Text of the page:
Man-made fibre yarn as well as woven and knitted fabrics, in addition to garments, have been extended a 2 per cent incentive (in the form of fully transferable duty scrips) in the EU, the US, Canada and Japan. However, sops in these markets do not help yarn and fabric producers as they export very little to these markets. The Merchandise Export Incentive Scheme (MEIS), however, ignores markets such as China, Bangladesh, Sri Lanka, Turkey, Vietnam and South Korea, which are major destinations for yarn and fabric from India.

“By excluding key markets, the policy has virtually ignored fabric and yarn producers, who also need support in the shrinking world market,” the official said.

The Textiles Ministry is also trying to persuade the Commerce Ministry to include garments and other sectors in the new interest subvention scheme being finalised by it. Under the scheme, exporters from select sectors will get credit at a 3 per cent subsidy for the next three years.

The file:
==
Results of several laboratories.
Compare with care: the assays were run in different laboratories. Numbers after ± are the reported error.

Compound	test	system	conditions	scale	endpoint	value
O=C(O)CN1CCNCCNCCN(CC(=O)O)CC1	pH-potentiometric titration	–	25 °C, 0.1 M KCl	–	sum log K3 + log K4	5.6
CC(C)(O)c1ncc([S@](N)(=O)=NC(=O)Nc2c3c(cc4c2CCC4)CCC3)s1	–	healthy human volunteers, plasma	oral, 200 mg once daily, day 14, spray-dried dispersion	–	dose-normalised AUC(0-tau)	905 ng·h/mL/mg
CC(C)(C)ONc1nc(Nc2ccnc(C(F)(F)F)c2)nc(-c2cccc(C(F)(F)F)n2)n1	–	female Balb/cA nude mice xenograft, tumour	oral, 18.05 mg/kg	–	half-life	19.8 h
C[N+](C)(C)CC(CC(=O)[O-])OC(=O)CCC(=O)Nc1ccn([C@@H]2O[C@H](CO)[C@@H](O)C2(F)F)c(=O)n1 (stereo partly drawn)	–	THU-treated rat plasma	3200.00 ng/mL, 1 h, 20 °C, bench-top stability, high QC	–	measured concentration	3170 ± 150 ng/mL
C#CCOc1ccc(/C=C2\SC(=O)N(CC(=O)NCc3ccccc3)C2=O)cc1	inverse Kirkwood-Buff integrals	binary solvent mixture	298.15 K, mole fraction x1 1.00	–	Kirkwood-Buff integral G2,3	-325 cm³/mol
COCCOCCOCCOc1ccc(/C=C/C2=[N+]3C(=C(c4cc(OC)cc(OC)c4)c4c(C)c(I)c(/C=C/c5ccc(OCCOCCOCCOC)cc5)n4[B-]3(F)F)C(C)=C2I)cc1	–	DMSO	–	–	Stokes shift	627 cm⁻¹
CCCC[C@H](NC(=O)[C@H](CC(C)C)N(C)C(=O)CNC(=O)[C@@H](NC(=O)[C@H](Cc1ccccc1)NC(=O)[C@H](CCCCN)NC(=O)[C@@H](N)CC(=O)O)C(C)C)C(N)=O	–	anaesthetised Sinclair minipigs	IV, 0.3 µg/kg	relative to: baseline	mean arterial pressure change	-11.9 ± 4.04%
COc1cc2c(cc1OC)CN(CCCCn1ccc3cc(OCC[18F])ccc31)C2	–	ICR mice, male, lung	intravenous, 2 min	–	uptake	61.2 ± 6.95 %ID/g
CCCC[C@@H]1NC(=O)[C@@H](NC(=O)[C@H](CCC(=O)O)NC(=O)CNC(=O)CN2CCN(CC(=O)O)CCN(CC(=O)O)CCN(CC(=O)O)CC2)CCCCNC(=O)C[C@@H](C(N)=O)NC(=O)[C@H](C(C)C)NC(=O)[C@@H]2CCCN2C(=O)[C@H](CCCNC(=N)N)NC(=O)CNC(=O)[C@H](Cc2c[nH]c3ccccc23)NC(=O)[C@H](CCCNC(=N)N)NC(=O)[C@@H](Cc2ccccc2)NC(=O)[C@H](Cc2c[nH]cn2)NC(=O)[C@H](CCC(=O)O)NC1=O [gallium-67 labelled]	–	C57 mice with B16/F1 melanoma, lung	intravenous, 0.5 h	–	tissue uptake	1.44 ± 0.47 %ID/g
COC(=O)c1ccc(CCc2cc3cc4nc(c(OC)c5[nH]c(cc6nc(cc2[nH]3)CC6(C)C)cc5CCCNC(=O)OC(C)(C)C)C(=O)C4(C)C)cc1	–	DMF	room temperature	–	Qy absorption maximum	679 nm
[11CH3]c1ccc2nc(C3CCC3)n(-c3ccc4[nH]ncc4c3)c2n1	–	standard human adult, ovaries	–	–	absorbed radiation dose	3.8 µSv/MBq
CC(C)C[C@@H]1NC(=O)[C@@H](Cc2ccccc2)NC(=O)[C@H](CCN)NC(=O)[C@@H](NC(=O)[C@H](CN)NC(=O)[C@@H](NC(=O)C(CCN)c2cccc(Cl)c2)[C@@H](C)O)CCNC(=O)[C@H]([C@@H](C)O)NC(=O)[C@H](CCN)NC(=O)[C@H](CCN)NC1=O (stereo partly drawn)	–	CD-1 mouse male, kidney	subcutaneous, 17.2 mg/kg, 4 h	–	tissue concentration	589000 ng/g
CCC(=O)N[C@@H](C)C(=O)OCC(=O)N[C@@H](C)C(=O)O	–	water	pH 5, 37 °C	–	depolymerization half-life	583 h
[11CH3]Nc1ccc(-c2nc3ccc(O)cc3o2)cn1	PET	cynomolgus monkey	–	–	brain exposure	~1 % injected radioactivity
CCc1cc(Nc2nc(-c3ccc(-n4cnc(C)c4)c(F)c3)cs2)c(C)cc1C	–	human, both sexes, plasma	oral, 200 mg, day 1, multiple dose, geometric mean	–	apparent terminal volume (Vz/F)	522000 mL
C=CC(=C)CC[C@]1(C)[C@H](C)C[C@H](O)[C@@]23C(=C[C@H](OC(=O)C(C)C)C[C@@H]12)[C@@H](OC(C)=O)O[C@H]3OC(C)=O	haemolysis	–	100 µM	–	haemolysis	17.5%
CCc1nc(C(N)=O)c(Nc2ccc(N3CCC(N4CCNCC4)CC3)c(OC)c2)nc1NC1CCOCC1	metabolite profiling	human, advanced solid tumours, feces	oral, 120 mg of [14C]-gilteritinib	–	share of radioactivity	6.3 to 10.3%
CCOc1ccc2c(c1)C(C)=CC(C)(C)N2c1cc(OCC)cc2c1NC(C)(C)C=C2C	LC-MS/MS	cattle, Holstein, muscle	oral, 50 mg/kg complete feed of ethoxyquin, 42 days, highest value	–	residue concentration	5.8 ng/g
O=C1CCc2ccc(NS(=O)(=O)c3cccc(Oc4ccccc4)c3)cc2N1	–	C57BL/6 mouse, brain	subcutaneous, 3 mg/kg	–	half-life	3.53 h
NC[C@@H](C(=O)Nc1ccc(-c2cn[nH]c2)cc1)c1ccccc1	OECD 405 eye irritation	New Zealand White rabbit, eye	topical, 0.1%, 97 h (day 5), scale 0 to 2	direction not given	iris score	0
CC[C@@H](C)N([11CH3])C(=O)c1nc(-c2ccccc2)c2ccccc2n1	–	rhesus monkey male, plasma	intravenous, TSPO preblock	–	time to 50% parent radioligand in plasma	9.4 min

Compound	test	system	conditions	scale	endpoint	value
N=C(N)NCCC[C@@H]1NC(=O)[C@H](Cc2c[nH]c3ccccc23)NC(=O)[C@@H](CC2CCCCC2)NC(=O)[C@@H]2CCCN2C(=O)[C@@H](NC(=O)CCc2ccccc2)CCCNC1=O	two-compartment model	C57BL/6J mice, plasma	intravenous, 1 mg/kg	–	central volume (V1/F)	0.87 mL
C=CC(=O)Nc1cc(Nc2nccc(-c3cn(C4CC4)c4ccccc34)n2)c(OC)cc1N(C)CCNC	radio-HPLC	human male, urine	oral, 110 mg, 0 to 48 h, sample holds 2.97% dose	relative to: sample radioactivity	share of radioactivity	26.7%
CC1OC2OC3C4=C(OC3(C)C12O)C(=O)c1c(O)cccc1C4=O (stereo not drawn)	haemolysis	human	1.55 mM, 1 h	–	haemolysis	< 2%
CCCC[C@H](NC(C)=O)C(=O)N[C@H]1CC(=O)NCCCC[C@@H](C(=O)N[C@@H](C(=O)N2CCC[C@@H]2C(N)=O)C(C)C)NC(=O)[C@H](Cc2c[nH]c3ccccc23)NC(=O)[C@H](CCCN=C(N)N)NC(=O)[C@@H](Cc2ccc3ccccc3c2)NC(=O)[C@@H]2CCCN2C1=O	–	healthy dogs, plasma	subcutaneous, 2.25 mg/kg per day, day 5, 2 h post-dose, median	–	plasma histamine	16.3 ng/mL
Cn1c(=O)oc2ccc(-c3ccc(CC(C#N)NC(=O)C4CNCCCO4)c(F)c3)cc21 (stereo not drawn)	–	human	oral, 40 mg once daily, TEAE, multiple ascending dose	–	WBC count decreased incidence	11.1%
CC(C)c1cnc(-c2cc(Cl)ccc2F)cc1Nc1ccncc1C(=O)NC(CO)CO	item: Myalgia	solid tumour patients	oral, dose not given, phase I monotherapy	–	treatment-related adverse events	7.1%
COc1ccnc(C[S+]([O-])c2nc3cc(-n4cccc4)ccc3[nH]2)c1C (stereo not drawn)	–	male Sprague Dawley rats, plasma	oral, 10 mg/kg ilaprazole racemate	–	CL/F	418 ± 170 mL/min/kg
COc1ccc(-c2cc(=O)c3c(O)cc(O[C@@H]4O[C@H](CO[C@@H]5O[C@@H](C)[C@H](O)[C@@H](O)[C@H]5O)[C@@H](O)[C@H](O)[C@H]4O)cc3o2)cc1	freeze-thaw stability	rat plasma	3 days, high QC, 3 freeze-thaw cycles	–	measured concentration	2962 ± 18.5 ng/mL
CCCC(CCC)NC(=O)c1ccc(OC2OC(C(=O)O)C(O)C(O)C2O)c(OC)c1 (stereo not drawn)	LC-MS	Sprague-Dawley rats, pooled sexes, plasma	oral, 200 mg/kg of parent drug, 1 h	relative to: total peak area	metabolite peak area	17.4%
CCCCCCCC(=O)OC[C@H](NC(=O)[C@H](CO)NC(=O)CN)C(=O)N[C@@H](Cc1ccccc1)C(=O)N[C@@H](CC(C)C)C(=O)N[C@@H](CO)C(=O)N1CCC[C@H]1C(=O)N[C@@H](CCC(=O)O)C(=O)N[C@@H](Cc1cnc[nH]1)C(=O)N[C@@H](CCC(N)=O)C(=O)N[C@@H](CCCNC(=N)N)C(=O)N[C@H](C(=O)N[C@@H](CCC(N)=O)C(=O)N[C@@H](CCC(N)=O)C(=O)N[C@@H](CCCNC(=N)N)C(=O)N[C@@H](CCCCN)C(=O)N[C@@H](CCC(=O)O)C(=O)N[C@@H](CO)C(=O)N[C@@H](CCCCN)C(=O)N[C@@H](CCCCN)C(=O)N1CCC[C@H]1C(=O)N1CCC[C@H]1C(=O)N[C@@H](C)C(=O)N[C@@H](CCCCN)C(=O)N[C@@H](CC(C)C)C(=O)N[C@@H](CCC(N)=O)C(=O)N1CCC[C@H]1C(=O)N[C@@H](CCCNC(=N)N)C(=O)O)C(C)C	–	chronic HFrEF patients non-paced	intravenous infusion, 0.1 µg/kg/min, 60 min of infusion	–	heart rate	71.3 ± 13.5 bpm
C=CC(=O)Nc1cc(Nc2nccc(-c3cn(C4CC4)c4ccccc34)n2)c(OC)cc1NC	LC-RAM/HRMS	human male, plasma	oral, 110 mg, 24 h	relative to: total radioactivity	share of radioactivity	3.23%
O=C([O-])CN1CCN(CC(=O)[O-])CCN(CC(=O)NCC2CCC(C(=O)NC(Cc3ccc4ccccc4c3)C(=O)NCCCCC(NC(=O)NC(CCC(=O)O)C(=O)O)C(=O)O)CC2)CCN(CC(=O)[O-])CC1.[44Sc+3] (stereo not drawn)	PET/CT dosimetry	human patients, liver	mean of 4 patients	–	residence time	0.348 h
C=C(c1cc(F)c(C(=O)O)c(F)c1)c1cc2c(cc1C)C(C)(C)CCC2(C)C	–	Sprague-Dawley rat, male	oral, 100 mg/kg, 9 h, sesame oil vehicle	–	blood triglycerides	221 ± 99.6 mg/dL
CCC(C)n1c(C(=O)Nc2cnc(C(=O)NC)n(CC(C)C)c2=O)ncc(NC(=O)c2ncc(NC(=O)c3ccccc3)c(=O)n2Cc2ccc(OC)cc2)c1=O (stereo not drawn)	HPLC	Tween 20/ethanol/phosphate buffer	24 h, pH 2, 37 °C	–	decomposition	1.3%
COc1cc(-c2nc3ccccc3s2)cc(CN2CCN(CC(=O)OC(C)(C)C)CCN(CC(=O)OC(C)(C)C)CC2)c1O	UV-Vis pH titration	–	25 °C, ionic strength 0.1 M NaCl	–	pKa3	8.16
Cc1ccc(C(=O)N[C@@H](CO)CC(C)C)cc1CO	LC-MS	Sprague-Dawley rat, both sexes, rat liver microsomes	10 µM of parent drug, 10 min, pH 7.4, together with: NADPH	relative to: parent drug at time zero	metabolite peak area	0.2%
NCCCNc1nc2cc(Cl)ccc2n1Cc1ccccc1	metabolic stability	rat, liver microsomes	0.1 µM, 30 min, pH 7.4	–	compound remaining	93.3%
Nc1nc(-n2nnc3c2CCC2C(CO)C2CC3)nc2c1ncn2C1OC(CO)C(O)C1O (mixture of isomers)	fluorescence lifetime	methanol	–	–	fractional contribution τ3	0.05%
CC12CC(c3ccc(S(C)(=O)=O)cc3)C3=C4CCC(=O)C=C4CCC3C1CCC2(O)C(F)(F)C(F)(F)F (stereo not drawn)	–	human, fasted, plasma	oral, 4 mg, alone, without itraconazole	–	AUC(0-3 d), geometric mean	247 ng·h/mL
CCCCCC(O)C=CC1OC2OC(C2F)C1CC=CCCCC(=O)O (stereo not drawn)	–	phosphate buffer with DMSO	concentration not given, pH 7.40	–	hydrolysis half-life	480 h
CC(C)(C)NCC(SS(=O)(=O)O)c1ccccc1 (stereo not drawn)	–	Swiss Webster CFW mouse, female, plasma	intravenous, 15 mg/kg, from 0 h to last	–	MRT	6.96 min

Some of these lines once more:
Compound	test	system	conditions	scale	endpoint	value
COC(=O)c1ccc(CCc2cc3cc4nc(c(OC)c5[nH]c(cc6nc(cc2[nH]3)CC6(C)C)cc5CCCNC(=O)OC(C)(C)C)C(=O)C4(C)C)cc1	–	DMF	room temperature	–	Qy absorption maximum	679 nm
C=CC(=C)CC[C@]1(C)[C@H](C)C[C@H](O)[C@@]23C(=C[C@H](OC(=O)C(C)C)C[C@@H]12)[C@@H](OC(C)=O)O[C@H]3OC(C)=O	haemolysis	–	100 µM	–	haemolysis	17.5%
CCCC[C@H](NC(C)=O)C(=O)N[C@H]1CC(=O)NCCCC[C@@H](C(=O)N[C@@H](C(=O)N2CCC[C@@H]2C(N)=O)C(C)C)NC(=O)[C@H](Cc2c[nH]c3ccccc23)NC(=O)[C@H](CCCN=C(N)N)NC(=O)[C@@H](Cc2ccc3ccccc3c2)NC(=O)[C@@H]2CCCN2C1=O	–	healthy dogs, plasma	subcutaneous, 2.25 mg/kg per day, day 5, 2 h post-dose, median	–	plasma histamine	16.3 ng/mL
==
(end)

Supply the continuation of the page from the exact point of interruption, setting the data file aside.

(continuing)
“The garments sector is facing a tough time competing with smaller economies such as Vietnam, Sri Lanka and Bangladesh, which get preferable access into the EU and US markets. Interest-rate subvention will give it some relief,” the official said.

The textile sector is the largest employment generating sector in the country, especially for low-skilled workers, and needs to be supported, he added.

The Merchandise Export Incentive Scheme ignores markets such as China, Bangladesh, Sri Lanka, Turkey, Vietnam and South Korea, which are major destinations for yarn and fabric from India.

(This article was published in the Business Line print edition dated April 29, 2015)


Read More......

Sunday, December 1, 2013

Hike in EU customs duty to hit Indian exports

New Delhi will ask Brussels to reconsider the decision by the European Commission (EC) to end a preferential tariff system for imports from India and other developing nations. Should the current regime of low customs duties end, it would make Indian goods more expensive with exporters paying anywhere between 6% and 12%. “We have a month’s time before the new GSP (generalised system of preferences) regime to convince the EU,” an official familiar with the development told FE.